Our reader question this week comes from a woman with two young children who works in technology. Her high-paying job allowed her to work from home full-time with flexible hours. In other words, she had what many parents would view as a dream set-up. The problem? It was “work I could do in my sleep at this point,” she says. She was bored. She was not feeling much opportunity for growth.
In the midst of this malaise, she took an opportunity to interview for a full-time position doing something different that sounded much more interesting to her. Lo and behold, she was offered the job. “The members of the team emphasized several times how their work-life balance on the team was WAY better than anywhere else they have worked,” she told me. She knew her direct manager and she “seems very cool,” with the higher ups having a good reputation as well.
The problem? It paid less. It involved working on-site, or in the words of our reader, “I have to go into the office daily like regular people.”
“I just cannot seem to decide between what sounds like a cool new job and losing the massive flexibility I have now,” she says. There was the matter of being around for the kids, and if she was not home during the day, “I cannot throw in a load of laundry/do dishes/etc. so all of that will need to happen after work or on weekends.”
“People would kill for this kind of flexibility, so I am wondering if it is stupid to think about giving that up,” she says. “But there is a part of me that wants to *love* work again. Who knows if I will find that in the new gig, but I know I will not in my current one.”
So she wanted to know: What would Laura do?
I agreed that flexibility and getting to work from home are awesome things. People are often willing to take large pay cuts to get these things, so the fact that she would be looking at a pay cut while giving them up was going to be hard to swallow. That said, I really do feel that work should be a source of joy in life.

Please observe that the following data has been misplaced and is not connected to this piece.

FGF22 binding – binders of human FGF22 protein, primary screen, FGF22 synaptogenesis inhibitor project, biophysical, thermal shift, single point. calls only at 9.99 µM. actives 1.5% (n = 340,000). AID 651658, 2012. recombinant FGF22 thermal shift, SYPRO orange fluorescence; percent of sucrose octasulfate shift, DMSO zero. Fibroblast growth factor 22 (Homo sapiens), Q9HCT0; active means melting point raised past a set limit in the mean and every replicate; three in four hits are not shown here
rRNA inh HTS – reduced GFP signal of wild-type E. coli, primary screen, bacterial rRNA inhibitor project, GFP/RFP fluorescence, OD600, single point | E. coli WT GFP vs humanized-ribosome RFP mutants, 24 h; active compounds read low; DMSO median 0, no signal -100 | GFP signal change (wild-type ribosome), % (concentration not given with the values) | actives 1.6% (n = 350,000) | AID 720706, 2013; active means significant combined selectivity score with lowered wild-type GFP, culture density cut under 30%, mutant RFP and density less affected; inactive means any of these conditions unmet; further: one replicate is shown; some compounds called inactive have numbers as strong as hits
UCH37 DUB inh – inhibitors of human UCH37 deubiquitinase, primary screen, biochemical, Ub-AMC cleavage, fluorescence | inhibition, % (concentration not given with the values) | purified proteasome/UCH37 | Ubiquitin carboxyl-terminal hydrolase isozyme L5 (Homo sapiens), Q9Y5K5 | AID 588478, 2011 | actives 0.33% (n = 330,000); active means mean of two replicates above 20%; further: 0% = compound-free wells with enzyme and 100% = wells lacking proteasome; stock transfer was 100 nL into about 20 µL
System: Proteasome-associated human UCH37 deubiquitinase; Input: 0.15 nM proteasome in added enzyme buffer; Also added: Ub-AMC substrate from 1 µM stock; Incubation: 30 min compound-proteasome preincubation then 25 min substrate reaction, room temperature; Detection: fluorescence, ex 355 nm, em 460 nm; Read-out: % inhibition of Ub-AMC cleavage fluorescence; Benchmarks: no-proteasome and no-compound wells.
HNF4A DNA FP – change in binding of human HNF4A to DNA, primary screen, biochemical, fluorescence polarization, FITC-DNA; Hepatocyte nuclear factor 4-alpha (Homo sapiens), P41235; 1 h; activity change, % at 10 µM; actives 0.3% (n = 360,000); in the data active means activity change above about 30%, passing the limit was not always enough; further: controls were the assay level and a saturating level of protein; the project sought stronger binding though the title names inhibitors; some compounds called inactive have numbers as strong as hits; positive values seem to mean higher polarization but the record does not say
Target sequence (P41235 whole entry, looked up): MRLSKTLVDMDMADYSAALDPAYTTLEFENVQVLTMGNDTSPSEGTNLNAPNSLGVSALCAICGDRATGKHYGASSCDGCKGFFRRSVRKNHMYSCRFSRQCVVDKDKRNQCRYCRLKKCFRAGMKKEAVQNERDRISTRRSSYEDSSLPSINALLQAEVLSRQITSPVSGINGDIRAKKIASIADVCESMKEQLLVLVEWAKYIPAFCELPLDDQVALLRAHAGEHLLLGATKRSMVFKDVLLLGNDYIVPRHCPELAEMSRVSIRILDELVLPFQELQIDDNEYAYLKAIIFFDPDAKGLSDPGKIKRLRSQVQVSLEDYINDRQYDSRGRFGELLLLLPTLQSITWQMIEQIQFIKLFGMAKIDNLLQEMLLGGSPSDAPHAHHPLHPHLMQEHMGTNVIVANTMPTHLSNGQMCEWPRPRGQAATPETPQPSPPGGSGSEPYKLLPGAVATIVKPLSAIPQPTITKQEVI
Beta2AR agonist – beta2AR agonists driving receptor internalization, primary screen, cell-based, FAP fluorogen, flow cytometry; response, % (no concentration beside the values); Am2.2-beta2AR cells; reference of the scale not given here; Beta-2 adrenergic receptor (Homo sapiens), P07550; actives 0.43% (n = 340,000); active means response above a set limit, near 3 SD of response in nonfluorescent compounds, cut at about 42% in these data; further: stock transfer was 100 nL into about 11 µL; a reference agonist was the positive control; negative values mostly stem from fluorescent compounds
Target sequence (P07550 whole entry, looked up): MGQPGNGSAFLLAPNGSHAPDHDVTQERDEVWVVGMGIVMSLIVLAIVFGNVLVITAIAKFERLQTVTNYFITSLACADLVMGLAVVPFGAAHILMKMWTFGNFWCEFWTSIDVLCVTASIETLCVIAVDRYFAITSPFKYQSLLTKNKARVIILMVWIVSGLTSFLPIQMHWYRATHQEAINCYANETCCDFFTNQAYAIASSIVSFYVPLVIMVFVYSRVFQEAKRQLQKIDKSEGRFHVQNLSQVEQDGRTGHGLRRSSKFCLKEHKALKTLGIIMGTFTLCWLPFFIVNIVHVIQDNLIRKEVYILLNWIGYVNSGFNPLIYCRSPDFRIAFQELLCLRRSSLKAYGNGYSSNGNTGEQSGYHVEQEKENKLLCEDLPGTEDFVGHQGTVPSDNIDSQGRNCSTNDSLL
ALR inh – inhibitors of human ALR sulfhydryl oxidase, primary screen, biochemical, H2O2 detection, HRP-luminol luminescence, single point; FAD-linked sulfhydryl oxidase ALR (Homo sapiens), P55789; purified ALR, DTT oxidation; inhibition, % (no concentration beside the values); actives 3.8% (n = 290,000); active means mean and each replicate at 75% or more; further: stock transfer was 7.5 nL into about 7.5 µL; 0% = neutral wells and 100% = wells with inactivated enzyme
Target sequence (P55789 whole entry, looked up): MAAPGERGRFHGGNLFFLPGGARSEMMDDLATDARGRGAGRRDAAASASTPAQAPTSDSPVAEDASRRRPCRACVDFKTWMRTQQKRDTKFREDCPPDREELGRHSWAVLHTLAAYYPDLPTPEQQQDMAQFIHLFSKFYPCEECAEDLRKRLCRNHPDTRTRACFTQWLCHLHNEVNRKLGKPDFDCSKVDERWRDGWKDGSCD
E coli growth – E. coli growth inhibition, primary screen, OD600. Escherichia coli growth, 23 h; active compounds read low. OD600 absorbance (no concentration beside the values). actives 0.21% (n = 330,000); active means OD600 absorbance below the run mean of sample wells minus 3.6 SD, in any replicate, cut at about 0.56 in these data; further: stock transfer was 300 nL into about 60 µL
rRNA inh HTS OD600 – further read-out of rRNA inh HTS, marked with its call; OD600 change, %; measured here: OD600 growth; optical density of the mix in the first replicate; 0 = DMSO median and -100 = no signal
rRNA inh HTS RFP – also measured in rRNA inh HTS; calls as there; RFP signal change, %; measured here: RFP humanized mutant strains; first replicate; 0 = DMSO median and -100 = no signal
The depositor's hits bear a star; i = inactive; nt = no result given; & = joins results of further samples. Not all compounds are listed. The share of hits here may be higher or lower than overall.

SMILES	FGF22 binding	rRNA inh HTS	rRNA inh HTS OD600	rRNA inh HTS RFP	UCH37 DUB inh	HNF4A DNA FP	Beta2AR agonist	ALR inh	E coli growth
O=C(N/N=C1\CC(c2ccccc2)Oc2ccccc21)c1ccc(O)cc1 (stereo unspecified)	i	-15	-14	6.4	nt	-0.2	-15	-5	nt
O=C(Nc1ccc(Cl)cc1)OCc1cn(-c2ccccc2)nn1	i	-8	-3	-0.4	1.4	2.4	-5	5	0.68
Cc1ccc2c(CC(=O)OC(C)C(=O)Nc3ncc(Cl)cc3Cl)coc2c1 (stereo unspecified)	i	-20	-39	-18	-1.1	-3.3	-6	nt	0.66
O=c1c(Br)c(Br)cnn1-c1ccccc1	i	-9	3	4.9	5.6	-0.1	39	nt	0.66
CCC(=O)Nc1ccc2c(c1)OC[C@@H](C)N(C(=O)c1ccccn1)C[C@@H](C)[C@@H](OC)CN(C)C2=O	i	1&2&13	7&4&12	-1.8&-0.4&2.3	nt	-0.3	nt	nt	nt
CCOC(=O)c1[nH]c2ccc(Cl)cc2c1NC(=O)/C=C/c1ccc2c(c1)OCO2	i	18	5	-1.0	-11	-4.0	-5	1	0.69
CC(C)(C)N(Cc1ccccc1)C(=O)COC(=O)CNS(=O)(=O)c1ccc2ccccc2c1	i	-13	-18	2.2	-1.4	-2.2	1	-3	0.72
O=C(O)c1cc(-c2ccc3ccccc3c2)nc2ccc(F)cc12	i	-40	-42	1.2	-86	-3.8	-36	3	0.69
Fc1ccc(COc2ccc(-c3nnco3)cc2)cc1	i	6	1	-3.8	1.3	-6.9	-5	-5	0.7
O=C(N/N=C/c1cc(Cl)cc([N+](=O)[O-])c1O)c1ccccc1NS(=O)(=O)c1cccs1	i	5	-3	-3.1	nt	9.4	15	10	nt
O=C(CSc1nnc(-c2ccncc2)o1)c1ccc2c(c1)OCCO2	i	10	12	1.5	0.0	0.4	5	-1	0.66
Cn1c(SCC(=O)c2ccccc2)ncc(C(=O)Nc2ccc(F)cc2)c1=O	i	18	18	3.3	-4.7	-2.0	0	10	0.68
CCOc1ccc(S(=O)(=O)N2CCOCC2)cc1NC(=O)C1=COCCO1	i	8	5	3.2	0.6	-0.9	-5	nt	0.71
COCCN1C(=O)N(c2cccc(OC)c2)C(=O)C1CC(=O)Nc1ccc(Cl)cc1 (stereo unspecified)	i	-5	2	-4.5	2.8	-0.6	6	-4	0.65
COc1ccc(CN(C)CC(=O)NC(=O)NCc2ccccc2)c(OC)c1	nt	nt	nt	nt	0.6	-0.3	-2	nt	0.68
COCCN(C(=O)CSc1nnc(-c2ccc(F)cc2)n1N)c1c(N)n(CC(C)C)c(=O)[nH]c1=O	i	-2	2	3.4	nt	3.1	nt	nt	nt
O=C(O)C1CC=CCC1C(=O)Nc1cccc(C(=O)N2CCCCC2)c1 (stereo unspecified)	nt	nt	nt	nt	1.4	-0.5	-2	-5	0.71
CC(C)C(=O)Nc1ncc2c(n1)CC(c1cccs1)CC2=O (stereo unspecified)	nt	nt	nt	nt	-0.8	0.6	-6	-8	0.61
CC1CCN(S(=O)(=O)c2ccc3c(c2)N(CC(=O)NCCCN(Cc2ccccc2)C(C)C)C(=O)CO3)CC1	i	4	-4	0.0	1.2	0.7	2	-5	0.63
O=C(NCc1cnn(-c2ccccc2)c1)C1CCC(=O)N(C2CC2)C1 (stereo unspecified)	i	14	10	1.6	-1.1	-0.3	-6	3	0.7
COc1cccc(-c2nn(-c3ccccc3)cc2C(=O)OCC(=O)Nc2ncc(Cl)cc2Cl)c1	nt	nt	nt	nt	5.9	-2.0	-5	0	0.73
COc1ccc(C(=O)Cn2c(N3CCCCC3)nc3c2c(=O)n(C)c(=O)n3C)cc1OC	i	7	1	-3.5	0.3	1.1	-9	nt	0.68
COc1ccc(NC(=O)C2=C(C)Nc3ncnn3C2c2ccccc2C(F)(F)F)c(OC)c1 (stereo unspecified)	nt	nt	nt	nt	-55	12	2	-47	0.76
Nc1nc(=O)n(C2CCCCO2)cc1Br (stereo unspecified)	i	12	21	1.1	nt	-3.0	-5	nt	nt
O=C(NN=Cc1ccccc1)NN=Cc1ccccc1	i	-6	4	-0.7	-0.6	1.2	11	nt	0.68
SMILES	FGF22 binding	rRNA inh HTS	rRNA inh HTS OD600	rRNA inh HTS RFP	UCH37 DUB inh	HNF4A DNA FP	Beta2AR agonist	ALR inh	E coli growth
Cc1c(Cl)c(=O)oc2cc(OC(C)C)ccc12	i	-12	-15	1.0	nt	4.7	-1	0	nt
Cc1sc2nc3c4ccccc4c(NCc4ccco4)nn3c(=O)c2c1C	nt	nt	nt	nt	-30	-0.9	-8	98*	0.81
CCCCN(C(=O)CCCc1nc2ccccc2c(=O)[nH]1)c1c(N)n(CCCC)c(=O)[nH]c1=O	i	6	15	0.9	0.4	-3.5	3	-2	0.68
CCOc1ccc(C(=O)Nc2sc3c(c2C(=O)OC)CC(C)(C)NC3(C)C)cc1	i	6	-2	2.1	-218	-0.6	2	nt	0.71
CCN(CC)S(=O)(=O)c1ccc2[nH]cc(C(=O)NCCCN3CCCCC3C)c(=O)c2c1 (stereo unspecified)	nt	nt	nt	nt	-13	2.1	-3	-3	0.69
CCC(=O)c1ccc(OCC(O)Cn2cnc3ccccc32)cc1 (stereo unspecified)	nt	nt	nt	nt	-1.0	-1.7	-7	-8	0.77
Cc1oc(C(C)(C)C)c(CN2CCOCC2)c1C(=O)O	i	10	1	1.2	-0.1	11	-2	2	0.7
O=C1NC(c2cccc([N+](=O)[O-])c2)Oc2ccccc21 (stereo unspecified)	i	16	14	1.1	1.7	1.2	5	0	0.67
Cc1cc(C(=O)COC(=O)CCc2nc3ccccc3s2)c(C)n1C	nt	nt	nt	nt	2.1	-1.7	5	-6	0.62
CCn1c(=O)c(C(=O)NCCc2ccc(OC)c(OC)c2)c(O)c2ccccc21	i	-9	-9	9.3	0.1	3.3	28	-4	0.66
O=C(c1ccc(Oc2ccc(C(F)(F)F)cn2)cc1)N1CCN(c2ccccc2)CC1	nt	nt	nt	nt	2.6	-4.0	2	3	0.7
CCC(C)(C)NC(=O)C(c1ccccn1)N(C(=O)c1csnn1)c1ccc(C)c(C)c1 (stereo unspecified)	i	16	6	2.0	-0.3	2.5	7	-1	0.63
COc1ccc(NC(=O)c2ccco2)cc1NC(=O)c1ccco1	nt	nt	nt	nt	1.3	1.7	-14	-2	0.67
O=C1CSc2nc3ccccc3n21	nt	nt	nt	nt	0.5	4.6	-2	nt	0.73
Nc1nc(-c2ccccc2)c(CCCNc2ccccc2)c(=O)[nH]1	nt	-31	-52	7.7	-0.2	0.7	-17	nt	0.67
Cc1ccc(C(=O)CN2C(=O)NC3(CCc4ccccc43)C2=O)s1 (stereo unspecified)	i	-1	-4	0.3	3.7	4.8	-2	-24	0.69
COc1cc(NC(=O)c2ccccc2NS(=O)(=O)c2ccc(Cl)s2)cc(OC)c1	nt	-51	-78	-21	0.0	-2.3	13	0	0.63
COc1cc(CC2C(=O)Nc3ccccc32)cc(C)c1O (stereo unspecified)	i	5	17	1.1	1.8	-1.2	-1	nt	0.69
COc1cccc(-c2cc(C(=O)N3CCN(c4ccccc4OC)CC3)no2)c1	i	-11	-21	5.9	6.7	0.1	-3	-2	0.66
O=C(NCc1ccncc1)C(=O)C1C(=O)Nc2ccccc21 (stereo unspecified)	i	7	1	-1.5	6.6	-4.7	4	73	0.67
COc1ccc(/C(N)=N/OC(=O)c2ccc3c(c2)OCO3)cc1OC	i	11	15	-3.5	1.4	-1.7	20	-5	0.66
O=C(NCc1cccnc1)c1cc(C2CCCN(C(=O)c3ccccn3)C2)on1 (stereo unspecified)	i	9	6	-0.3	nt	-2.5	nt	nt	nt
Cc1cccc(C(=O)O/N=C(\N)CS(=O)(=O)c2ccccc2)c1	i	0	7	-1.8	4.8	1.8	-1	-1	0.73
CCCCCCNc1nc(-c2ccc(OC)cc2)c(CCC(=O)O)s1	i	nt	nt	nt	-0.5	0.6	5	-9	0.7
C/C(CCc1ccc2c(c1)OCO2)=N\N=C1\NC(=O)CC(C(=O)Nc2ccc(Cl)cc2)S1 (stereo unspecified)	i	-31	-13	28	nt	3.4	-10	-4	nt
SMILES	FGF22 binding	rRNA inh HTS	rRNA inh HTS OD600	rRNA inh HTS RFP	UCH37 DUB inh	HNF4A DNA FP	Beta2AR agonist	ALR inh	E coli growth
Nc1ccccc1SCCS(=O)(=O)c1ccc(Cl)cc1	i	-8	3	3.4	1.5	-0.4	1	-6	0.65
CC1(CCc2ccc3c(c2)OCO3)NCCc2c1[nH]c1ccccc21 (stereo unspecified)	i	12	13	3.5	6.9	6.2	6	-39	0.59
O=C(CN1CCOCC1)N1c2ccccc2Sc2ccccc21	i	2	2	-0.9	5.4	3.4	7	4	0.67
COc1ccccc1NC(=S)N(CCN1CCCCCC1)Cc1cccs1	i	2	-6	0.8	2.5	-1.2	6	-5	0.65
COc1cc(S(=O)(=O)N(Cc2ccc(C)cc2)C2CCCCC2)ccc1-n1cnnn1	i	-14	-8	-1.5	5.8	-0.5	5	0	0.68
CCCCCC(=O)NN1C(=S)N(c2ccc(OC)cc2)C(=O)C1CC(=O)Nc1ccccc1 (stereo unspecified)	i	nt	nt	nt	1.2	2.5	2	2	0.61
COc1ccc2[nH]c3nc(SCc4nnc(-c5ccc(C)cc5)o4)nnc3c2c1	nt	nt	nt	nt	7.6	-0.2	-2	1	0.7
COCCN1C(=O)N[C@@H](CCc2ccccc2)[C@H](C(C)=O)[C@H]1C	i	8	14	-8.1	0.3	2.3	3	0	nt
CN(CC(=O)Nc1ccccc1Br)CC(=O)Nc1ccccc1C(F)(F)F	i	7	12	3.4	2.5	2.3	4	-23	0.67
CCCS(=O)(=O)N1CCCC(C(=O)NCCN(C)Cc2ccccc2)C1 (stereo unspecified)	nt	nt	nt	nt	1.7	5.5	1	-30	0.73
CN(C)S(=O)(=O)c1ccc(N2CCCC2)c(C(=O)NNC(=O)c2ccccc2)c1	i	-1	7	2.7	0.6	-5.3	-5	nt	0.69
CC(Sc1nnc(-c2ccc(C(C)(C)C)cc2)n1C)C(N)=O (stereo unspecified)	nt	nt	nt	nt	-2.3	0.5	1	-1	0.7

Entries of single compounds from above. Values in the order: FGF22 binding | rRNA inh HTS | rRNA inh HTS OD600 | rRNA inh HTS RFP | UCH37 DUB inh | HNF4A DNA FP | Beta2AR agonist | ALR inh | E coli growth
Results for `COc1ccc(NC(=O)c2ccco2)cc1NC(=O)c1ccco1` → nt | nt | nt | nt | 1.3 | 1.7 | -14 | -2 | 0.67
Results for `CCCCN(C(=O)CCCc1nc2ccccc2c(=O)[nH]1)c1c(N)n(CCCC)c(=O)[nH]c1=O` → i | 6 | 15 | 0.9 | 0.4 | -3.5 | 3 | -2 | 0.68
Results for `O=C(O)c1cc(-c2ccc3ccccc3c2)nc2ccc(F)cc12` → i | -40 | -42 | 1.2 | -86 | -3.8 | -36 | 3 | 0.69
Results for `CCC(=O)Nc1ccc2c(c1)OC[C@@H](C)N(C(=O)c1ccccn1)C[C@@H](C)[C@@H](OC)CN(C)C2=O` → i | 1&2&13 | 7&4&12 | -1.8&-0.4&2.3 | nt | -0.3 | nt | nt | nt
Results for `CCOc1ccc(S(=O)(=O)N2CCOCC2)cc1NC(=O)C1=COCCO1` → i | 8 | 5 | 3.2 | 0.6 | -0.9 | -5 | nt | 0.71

I wondered if, rather than view this decision as interesting job vs. well-paying, flexible job, she could take a different perspective. A first point: These two positions are not the only ones on earth. If she could get one new job offer that easily, she could get another. She could keep interviewing until she found a high-paying, interesting, flexible position.
But a second, more important point: few job offers are set in stone. They can be negotiated. If she was offered a job, her potential employer really wanted her. So she had huge leverage. She could ask for more money. She could ask for flexibility. She could turn this job she was being offered into the job she wanted. (As a practical matter of approaching this negotiation, I would suggest asking for a LOT more money. Then when they could not give all of that to her, they would feel they needed to give something, so she could counter with some more money and a LOT more flexibility, which is often easier to grant as it is not something that directly affects a department budget. It would be understandable if they wanted her in the office for a period of time at the beginning, but she could ask for a 90-day review with the agreed-upon goal that she would be working from home 2 days per week at 6 months).
It took me a bit of time to respond to this email, so when I did, she replied that she had in fact done just this. She negotiated more money and asked for more flexibility, and got an agreement that at 6 months she would be working from home with some regularity. And, as she added, the commute was not going to be that bad. It was only a few minutes from her house! If she needed to pop home for some reason, she probably could. I just would not suggest doing so during the day to do the dishes.
A version of this post originally appeared on Laura Vanderkam’s website.